Cool To let hot food stand at room temperature until it is no longer hot.


To beat an ingredient or ingredients with a spoon or beaters until light and fluffy. Most often used in reference to butter or shortening, with or without sugar, in baking recipes.


Cut into squares, size of which is determined by the recipe, generally between 1/2 to 2-inches.

Cure To treat food by one of several methods for preservation purposes. Examples are smoking, pickling - in an acid base, corning - with acid and salt, and salt curing - which removes water.


The separation of milk or cream into curd and whey.Transformed from a liquid into a soft semisolid or solid mass. By the addition of a acid to alkali liquids such as milks, or if too much heat is applied.

Eggs are also vulnerable to curdling.

Cut & Fold To incorporate flour into a batter of butter, sugar and eggs while making cakes

Cut In

To work a solid fat, such as butter, shortening or lard, into dry ingredients. This is accomplished by using a pastry blender, 2 knives, a fork, or even the fingers. Most often, the fat should be chilled first and "cut in" just enough for small lumps about the size of a pea to form.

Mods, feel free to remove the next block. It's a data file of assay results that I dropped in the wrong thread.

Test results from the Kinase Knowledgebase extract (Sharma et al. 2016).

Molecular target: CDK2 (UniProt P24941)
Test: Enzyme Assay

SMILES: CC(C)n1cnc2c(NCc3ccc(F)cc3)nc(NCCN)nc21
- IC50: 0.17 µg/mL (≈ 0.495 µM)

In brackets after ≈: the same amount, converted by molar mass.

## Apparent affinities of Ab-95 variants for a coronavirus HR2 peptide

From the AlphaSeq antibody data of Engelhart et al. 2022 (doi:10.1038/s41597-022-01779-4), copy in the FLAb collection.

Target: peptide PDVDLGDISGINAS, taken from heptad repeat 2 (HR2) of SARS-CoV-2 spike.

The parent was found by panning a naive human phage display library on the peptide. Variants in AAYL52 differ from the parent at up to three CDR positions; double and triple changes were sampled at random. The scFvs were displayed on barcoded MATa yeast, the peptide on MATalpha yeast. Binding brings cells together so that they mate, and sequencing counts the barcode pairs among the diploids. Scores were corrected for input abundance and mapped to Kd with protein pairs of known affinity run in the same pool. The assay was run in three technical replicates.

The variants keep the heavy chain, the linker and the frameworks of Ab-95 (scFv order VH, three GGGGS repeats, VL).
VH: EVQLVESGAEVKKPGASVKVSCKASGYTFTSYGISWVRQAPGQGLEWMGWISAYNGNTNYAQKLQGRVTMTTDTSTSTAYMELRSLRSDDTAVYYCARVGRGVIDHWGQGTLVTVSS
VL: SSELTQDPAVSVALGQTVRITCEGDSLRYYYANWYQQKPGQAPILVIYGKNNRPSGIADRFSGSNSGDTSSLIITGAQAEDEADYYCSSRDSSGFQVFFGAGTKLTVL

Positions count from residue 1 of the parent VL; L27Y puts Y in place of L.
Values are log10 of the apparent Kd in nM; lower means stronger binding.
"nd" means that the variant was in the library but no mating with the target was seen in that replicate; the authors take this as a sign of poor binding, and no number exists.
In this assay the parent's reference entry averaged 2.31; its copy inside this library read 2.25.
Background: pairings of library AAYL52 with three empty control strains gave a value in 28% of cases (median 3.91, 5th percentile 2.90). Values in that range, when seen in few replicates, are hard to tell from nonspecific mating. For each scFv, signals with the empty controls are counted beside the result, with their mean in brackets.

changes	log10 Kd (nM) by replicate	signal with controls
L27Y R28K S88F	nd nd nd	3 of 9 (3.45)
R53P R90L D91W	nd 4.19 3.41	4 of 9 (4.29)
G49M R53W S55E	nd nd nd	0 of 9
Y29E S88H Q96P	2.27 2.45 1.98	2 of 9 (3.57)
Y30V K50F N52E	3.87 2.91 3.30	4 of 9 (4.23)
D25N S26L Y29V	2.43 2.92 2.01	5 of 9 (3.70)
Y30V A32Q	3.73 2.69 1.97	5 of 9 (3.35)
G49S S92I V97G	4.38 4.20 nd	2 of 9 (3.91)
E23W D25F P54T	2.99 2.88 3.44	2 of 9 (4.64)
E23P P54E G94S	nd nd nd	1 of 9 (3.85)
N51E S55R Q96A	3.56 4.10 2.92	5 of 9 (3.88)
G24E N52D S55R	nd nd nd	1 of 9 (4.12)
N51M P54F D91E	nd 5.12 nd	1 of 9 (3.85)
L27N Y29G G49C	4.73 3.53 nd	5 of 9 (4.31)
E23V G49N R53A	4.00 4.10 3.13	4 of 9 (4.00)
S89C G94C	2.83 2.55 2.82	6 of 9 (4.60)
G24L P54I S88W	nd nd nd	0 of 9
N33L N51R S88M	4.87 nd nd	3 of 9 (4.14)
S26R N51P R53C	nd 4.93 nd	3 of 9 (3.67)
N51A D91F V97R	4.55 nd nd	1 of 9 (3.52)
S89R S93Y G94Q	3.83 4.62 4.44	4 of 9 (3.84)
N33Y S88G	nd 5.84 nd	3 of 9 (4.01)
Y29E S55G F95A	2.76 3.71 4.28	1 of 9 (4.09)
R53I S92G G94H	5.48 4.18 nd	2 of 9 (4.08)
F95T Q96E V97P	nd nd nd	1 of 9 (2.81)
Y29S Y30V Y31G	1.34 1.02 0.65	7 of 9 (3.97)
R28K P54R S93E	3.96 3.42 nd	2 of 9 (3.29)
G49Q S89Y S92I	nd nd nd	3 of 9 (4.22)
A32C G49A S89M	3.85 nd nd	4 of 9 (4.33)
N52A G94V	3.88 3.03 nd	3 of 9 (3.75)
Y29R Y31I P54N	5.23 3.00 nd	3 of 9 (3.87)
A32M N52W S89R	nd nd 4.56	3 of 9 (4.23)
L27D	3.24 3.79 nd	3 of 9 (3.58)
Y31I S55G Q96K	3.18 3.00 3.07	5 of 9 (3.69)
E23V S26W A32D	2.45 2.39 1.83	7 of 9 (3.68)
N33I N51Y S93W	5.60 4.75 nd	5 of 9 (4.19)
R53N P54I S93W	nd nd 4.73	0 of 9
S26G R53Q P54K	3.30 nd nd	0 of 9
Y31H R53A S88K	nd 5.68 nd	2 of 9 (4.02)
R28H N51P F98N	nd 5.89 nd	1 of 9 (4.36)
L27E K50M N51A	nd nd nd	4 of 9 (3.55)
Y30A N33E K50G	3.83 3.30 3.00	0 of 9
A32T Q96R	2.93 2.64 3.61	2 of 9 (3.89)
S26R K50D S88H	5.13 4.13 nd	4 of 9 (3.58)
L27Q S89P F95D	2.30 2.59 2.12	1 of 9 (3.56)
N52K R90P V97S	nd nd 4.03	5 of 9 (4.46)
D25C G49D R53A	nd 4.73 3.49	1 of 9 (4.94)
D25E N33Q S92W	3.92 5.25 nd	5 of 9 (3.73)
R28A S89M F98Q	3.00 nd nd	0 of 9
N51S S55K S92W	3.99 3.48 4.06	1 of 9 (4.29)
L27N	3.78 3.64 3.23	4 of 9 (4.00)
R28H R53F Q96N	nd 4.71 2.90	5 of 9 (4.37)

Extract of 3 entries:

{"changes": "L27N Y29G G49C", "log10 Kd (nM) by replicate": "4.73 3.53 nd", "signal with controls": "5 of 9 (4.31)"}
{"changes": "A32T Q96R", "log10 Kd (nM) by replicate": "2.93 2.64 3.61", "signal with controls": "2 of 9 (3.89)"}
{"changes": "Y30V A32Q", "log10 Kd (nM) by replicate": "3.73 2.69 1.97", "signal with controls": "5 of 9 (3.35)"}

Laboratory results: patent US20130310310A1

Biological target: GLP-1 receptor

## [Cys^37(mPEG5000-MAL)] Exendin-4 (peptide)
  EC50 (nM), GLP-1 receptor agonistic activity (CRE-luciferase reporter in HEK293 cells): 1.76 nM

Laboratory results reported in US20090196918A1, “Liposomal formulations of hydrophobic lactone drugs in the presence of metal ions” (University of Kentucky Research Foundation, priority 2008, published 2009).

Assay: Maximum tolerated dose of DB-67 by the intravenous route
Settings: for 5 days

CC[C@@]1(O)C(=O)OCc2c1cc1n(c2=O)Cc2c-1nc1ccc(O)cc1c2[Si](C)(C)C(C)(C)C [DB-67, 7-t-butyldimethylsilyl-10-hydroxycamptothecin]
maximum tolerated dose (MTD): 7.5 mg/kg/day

If a recipe calls for "a dash" of an ingredient, it is somewhat relative. However, the most accurate amount appears to be 1/16-teaspoon. Basically, you just add the ingredient "in a dash". For example, if it is a dry ingredient, such as a spice, just shake the box once, assuming there are small holes, and what comes out is it. It's the same with liquid ingredients that come out in drops. Remember, many of those types of ingredients are to taste, so a tiny bit more or less won't matter.


to remove the fat of skin from meat


To remove the bones from meat or poultry. This is best done with a flexible boning knife so that you can get as close to the bone as possible without losing meat. If in doubt, get a good cookbook that shows the process in stages, or watch a good, informative cooking show. Your butcher will also do it for you, but it's fun to learn how.

Decant To pour off by gently inclining the bottle without disturbing the sediment.